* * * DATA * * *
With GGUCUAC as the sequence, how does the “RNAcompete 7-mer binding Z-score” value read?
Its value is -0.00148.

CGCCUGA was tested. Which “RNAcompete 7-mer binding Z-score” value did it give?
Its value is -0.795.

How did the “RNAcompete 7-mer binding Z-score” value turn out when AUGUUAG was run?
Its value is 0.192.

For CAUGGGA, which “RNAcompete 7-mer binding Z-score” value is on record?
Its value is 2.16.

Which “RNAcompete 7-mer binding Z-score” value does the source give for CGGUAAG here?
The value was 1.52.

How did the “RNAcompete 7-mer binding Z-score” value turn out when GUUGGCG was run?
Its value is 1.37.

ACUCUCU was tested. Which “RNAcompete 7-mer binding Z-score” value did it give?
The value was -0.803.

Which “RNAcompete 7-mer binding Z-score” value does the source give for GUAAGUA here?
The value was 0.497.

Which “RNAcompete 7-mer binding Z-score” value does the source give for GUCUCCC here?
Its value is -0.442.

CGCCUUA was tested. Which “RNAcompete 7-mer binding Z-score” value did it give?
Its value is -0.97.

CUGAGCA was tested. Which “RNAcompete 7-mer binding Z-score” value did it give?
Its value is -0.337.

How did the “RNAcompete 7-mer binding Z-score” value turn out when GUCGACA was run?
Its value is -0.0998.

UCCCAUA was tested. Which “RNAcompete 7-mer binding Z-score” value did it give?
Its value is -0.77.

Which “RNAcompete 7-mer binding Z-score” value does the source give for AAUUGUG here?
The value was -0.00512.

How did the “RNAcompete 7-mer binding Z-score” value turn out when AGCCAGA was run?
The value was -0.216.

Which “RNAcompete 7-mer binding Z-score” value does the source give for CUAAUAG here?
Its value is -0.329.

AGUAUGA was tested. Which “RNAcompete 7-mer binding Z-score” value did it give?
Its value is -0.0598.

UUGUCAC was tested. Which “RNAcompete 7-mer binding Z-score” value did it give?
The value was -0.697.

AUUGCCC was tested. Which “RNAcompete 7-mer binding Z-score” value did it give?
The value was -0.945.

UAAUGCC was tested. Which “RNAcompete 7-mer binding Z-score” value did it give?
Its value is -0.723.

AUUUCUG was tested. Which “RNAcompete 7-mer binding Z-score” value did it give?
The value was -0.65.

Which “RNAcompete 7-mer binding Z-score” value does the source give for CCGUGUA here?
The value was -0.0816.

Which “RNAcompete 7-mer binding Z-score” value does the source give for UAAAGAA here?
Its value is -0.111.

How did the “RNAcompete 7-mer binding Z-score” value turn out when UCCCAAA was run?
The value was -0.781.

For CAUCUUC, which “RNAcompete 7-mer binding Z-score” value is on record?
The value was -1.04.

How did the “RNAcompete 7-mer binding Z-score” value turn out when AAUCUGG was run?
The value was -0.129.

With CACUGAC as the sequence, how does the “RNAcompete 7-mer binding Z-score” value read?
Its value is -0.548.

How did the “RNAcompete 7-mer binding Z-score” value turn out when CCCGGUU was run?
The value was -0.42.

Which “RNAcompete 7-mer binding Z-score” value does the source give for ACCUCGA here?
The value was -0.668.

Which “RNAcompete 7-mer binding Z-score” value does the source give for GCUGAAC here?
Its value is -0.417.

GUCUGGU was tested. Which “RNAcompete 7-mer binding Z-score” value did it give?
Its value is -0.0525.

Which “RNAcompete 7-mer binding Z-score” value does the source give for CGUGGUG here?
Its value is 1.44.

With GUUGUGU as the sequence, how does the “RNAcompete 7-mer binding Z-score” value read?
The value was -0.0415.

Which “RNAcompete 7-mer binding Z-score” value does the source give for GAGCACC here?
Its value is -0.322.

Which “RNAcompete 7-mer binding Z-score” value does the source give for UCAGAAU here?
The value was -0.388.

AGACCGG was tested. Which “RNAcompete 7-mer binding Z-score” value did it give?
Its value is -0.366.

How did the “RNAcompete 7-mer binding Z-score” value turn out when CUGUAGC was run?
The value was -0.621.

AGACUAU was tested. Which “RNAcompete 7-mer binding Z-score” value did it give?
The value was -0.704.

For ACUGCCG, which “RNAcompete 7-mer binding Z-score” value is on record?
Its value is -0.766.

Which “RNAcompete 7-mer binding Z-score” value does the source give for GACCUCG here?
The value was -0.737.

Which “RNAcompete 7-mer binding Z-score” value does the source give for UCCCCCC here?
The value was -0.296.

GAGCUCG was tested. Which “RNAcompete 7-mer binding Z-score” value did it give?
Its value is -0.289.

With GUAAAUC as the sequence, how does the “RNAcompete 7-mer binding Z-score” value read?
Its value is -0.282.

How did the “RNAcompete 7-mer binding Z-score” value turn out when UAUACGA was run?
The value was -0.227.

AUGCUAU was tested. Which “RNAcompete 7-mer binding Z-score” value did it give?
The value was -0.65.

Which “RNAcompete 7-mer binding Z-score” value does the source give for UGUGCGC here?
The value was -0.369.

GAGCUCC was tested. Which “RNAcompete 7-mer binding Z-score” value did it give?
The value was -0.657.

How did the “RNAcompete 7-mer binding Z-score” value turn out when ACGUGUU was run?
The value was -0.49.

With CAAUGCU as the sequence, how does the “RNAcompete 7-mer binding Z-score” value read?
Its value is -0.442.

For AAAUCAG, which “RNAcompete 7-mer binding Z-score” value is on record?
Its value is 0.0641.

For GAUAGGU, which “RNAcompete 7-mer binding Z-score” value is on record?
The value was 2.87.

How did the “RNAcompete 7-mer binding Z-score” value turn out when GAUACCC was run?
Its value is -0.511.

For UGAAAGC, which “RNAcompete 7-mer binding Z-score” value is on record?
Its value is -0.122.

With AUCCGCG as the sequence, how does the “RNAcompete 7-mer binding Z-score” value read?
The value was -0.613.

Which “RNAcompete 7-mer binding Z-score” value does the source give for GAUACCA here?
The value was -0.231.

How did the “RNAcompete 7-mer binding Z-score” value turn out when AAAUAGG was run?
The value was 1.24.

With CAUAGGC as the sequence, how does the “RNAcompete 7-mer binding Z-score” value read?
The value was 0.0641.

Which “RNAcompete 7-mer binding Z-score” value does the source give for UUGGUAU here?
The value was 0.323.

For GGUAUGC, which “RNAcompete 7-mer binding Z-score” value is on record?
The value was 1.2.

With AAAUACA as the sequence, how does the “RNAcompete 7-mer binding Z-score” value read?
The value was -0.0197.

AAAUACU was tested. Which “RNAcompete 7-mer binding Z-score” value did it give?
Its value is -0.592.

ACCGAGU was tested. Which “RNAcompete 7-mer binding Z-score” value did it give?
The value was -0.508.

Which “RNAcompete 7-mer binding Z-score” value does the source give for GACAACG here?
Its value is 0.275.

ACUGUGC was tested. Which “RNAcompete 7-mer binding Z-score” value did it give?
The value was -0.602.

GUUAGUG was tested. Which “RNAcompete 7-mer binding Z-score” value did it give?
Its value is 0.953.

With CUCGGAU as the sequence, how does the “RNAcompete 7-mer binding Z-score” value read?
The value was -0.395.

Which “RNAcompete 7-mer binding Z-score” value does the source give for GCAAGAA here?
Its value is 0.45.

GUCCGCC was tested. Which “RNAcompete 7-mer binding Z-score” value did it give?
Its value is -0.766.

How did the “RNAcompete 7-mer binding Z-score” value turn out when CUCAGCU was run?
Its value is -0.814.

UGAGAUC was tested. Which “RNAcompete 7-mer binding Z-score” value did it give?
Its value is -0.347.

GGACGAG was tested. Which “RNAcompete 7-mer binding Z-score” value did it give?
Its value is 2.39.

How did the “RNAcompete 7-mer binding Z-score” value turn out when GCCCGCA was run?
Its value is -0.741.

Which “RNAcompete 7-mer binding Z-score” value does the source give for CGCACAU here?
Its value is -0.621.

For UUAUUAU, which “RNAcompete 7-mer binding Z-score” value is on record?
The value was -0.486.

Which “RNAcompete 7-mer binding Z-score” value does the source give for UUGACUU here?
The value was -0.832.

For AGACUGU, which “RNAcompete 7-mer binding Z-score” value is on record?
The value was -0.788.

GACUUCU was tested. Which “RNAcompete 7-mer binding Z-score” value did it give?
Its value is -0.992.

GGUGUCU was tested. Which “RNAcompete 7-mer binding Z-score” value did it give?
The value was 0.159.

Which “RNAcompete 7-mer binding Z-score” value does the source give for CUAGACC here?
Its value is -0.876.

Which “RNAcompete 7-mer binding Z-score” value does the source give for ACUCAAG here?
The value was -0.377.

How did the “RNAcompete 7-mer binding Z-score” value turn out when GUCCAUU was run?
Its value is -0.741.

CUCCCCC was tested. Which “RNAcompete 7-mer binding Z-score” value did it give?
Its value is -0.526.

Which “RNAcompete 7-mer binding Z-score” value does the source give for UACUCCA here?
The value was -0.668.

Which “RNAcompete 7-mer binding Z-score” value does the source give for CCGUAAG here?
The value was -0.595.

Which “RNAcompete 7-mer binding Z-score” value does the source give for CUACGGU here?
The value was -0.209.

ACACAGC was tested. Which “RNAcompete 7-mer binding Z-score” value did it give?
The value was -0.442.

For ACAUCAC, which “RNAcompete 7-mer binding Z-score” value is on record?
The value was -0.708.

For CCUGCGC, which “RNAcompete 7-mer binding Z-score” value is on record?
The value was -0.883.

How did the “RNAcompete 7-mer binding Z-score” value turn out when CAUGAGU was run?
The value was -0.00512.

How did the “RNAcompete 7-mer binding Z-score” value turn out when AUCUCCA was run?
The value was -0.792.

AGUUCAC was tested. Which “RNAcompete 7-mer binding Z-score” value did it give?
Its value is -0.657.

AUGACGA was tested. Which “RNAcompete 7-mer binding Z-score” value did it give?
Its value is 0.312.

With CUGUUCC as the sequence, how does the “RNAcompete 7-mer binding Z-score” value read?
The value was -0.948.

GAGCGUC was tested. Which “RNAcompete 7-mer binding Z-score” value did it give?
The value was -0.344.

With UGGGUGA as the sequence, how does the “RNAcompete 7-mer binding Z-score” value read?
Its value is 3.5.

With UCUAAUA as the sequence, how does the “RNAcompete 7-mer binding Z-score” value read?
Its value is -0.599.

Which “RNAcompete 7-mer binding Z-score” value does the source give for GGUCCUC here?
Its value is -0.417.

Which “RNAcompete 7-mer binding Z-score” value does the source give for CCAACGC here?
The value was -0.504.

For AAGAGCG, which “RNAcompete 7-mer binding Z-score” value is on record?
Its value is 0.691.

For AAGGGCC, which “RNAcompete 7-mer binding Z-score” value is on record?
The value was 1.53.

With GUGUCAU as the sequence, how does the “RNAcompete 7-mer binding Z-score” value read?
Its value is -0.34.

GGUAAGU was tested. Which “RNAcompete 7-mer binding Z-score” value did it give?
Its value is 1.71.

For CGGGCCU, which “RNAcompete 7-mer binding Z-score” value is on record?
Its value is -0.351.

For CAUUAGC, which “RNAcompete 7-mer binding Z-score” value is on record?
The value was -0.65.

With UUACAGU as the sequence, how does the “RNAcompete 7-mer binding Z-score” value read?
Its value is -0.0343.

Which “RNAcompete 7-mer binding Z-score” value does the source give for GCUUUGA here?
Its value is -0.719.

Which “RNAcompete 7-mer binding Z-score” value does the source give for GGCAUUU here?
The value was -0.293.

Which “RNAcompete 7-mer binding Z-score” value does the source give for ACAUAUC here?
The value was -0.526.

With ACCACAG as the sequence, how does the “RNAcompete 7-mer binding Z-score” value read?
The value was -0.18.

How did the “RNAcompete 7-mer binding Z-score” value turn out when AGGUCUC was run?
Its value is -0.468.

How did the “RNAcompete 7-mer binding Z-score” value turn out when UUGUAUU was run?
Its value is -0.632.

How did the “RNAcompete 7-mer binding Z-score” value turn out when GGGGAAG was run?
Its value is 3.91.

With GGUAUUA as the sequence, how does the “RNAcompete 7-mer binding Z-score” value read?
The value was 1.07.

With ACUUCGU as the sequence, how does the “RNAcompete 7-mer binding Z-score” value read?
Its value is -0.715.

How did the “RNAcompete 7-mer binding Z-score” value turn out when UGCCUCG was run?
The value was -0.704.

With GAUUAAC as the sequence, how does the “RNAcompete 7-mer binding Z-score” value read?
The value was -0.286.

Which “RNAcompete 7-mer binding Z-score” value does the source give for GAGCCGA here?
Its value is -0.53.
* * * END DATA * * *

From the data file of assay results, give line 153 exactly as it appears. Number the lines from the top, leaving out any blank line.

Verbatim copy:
GACUUCU was tested. Which “RNAcompete 7-mer binding Z-score” value did it give?